Wednesday, August 17, 2022
David M Tanovich (University of Windsor - Faculty of Law) has posted A Principled Approach to Assessing the Absence of Motive to Lie in Sexual Assault Cases ((2022) 79 Criminal Reports 230-243) on SSRN. Here is the abstract:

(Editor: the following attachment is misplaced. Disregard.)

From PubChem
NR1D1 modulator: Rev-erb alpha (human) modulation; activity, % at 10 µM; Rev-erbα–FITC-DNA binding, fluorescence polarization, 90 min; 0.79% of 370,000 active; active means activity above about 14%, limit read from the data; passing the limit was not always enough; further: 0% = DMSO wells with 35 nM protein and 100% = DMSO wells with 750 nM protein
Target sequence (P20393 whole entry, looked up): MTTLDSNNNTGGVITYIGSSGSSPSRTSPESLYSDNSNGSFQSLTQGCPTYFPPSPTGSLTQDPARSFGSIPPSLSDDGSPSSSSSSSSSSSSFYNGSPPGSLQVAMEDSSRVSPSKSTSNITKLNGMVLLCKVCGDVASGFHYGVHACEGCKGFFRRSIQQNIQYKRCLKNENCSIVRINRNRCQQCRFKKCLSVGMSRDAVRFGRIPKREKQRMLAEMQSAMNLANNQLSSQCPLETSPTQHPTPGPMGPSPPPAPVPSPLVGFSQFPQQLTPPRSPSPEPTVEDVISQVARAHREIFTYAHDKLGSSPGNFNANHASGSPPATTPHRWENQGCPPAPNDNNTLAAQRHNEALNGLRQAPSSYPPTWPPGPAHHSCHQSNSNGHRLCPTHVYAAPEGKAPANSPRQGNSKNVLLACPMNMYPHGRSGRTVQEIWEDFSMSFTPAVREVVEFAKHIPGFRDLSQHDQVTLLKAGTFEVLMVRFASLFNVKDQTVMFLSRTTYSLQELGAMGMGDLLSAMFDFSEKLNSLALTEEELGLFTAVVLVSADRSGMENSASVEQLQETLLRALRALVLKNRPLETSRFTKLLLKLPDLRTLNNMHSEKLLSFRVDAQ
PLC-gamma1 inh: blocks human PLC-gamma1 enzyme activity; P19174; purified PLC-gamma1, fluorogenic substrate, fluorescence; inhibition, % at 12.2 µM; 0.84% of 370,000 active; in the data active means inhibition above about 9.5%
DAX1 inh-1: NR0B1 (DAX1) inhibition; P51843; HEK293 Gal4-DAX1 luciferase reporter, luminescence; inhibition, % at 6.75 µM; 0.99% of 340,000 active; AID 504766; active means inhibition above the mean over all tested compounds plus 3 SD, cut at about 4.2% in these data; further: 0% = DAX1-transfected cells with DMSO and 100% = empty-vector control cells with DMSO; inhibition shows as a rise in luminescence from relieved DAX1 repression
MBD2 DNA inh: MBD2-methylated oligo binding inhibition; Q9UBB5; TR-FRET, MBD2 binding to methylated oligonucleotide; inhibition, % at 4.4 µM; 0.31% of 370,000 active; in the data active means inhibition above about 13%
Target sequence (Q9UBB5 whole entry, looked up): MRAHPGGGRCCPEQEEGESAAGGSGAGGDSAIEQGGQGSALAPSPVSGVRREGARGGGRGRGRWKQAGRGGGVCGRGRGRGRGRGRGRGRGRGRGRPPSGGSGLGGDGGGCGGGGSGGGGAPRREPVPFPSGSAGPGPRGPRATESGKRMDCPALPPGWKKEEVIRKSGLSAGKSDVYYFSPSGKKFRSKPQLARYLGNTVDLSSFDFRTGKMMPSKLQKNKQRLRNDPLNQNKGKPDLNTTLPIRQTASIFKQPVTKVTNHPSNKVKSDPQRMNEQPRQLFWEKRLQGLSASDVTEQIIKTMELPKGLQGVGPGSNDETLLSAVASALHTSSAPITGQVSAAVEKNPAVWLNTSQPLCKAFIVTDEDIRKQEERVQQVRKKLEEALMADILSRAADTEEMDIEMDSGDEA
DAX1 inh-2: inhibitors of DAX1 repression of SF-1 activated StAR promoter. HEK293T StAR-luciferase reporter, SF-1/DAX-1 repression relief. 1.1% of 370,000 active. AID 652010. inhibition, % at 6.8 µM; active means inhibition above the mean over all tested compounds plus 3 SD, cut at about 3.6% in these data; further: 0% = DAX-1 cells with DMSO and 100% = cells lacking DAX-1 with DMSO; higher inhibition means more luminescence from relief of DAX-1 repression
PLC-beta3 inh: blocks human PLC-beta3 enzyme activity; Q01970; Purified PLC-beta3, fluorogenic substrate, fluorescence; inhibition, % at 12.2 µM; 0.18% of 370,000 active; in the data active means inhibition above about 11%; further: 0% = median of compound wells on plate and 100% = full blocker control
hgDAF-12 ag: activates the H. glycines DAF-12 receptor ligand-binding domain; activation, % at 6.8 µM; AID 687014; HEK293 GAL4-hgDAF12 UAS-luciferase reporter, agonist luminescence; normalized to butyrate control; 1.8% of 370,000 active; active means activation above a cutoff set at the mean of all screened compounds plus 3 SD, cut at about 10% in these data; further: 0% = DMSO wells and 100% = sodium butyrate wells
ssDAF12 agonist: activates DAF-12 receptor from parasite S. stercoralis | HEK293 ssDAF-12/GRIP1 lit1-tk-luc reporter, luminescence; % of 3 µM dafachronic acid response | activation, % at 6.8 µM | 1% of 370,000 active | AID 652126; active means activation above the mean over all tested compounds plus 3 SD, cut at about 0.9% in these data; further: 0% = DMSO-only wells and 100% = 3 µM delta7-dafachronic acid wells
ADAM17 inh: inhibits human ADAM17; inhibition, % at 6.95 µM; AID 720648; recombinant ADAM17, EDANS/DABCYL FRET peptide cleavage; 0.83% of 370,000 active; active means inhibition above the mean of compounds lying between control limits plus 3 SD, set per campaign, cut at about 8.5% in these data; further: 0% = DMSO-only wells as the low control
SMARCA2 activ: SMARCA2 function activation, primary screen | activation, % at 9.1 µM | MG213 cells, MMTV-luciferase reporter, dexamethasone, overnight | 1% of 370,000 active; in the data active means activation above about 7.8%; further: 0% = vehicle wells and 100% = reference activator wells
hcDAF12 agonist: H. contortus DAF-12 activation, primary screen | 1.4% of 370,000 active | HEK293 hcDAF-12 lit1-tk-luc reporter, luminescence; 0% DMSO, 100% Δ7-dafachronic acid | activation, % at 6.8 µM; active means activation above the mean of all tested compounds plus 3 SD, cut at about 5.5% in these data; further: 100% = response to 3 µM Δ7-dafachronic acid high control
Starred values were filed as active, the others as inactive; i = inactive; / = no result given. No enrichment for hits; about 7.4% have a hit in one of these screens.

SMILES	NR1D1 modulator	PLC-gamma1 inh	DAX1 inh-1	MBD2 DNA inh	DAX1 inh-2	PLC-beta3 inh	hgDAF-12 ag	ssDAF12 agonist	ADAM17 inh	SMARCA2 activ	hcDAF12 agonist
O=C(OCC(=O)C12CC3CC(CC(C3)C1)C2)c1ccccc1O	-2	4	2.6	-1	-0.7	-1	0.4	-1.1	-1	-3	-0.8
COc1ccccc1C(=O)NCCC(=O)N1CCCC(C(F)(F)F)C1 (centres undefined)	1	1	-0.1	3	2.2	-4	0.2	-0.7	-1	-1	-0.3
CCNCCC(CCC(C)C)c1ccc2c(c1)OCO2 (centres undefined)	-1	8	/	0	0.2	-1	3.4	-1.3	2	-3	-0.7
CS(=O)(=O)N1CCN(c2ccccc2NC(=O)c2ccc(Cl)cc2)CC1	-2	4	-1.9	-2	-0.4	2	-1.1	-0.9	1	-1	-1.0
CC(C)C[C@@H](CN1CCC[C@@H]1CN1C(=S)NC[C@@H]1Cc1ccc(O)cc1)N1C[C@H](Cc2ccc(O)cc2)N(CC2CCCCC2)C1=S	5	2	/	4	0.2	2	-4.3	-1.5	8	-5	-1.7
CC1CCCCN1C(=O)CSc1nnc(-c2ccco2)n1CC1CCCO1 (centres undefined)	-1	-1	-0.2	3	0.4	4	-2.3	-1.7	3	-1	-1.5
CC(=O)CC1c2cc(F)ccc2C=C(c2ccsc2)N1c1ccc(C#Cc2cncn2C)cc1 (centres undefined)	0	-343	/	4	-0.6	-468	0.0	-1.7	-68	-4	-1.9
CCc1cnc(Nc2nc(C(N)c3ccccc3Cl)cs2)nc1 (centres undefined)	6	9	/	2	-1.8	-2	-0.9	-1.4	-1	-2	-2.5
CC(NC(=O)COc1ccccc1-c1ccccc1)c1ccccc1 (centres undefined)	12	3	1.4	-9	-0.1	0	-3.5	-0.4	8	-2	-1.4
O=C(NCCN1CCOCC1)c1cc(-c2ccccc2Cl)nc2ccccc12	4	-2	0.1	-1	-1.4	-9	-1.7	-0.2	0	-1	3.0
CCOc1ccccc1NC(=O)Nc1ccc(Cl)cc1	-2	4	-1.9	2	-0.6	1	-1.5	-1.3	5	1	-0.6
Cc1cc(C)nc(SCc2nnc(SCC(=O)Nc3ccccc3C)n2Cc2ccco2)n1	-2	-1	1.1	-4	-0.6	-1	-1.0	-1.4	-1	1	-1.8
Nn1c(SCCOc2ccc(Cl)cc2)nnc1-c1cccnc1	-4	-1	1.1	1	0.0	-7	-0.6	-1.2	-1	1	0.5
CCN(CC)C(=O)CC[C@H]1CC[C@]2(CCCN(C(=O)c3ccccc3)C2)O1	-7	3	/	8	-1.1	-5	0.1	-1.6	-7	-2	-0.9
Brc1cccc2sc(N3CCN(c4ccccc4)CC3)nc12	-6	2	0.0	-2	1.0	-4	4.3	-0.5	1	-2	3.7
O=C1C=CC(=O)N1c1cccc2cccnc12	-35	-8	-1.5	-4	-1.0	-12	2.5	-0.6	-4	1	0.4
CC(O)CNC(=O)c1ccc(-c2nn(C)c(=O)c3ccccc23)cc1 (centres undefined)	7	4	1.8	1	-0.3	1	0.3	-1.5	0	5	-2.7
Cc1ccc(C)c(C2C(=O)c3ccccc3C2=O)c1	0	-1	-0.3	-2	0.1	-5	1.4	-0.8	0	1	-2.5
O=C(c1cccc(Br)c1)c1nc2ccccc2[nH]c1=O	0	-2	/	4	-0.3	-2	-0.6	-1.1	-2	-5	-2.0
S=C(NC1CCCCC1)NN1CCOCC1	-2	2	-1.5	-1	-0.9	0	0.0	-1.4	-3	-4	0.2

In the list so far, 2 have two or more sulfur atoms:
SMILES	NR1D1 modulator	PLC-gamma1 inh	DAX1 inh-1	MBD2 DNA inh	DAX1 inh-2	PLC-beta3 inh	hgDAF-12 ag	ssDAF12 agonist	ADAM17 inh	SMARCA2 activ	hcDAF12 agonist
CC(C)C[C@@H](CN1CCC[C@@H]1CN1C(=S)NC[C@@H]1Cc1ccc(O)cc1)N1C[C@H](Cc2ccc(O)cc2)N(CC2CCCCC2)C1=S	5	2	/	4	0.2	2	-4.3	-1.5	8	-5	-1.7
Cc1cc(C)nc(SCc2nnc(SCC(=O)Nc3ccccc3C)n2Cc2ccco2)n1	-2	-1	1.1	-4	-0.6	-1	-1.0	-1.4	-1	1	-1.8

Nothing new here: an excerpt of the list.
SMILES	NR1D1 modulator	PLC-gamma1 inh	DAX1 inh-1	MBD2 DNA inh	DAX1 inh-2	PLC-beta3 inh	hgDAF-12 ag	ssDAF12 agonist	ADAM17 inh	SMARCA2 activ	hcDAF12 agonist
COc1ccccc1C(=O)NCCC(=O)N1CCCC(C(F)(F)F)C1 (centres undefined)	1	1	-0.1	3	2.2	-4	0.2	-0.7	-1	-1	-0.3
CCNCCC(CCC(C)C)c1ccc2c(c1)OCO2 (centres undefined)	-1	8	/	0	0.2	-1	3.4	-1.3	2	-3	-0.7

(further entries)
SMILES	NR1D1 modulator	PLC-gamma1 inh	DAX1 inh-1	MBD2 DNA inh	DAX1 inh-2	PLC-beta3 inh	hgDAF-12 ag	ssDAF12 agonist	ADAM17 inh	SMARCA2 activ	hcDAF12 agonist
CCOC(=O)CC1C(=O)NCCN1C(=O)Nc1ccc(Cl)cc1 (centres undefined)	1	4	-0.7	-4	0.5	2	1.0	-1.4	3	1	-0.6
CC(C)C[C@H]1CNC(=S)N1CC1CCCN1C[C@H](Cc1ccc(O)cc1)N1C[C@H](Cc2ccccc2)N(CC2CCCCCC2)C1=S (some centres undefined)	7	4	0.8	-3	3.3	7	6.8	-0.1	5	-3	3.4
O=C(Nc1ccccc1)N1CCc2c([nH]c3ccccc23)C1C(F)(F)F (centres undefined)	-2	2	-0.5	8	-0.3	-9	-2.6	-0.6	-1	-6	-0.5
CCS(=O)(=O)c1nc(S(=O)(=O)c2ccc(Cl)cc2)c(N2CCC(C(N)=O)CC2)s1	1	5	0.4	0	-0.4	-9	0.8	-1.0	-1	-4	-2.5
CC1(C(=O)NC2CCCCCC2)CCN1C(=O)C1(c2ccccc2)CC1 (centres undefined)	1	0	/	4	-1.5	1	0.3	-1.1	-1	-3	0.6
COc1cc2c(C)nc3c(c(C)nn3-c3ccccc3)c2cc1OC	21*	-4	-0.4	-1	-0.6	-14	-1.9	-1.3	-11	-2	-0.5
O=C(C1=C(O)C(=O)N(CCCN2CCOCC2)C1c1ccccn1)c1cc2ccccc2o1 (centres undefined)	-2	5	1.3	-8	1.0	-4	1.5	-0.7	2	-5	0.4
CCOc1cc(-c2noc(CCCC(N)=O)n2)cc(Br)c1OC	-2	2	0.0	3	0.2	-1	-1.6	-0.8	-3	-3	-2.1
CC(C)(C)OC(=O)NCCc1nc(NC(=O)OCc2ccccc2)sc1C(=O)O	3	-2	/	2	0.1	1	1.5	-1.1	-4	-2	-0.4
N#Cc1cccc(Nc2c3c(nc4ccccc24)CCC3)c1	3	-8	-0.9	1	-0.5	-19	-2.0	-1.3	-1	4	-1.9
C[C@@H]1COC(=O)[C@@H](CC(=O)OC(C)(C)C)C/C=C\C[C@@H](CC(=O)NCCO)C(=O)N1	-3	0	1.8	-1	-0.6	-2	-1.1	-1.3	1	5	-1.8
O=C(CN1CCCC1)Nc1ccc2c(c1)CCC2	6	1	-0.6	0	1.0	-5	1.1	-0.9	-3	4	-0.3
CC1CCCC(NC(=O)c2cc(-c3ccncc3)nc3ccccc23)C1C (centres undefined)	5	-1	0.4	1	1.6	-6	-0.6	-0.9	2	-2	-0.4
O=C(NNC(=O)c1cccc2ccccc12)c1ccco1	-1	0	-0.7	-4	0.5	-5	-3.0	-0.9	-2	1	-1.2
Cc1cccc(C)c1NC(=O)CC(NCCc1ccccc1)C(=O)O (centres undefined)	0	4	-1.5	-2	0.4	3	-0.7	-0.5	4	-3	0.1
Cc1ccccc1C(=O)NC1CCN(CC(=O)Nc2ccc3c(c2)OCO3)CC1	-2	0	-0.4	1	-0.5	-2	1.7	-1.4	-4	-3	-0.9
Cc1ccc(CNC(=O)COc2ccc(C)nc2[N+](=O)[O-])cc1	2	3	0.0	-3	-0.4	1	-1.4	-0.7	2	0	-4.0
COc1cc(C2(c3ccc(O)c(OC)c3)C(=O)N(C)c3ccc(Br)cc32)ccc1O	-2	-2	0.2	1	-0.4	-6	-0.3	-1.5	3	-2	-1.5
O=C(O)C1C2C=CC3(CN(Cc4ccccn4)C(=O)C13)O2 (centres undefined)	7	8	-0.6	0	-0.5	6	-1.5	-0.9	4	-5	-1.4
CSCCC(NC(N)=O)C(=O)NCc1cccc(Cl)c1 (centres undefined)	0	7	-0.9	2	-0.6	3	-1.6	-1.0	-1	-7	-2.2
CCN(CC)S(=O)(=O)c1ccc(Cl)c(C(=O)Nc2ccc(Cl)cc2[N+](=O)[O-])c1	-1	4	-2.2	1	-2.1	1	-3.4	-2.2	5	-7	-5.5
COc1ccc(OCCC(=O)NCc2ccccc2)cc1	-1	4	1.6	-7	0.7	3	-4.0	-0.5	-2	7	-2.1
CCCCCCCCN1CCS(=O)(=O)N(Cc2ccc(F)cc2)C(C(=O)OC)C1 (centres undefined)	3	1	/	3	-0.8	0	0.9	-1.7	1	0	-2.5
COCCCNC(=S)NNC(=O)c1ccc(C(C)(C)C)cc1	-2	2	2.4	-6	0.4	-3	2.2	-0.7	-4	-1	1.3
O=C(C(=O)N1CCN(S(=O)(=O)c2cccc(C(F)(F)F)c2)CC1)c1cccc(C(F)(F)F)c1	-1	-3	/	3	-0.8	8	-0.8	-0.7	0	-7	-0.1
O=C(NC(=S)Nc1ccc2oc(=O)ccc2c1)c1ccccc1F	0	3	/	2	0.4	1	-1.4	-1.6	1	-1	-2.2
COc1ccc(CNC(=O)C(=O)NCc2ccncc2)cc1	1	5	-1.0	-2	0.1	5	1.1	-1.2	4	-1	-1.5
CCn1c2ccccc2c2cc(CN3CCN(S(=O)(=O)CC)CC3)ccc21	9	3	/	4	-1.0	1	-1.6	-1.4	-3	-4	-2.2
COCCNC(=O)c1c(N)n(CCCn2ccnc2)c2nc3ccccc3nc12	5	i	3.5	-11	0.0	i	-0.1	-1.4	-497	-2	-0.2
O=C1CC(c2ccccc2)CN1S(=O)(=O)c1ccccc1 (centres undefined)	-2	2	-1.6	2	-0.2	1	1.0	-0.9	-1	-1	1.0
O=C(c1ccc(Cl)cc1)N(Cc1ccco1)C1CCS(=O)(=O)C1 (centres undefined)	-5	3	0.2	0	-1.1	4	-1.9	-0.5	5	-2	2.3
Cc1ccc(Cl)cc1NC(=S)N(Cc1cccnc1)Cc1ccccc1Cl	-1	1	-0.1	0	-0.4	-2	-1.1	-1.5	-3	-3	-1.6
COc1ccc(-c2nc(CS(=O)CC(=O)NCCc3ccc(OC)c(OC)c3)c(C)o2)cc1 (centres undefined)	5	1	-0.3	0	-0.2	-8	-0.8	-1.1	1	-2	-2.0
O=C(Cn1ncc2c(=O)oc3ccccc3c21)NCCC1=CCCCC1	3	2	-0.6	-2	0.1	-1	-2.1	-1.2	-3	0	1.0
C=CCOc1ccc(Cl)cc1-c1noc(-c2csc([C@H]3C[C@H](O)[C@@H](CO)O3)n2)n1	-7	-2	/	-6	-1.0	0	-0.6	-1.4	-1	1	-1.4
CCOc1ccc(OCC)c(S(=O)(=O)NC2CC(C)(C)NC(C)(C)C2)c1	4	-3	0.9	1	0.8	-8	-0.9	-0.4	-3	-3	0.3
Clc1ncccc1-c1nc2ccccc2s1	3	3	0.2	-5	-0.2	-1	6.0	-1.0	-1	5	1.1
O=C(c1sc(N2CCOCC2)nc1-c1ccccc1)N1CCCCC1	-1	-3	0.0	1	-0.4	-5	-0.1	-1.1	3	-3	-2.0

When can a trier of fact take into account the absence of a complainant's motive to lie in assessing credibility in sexual assault cases. How much weight can be attributed to that absence? Resolution of these questions has led to a surprisingly sizable number of appellate cases. R v Gerrard 2022 SCC 13 is now the leading case on the issue. It confirms somewhat cryptically that the absence of evidence of a motive to fabricate can be considered in assessing credibility. Clarity on the issue is still needed. In particular, what consitutes "proved absence" and/or evidence of an absence of motive. This piece argues that courts need to start afresh. If we better understand what courts are trying to get at by referencing the issue of motive as being "proved"and, we apply the everyday rules of evidence, was can escape from this confusing trap of trying to fit the issue into a particular box. When the cases talk abut proved absence (or presence) of motive, the phrase should be interpreted to mean that there is a sufficient and compelling evidentiary basis or foundation to allow for the conclusion or inference to be drawn. After setting out how the ordinary rules of evidence and policy support this principled approach to the issue, the article offers some model instructions on the issue.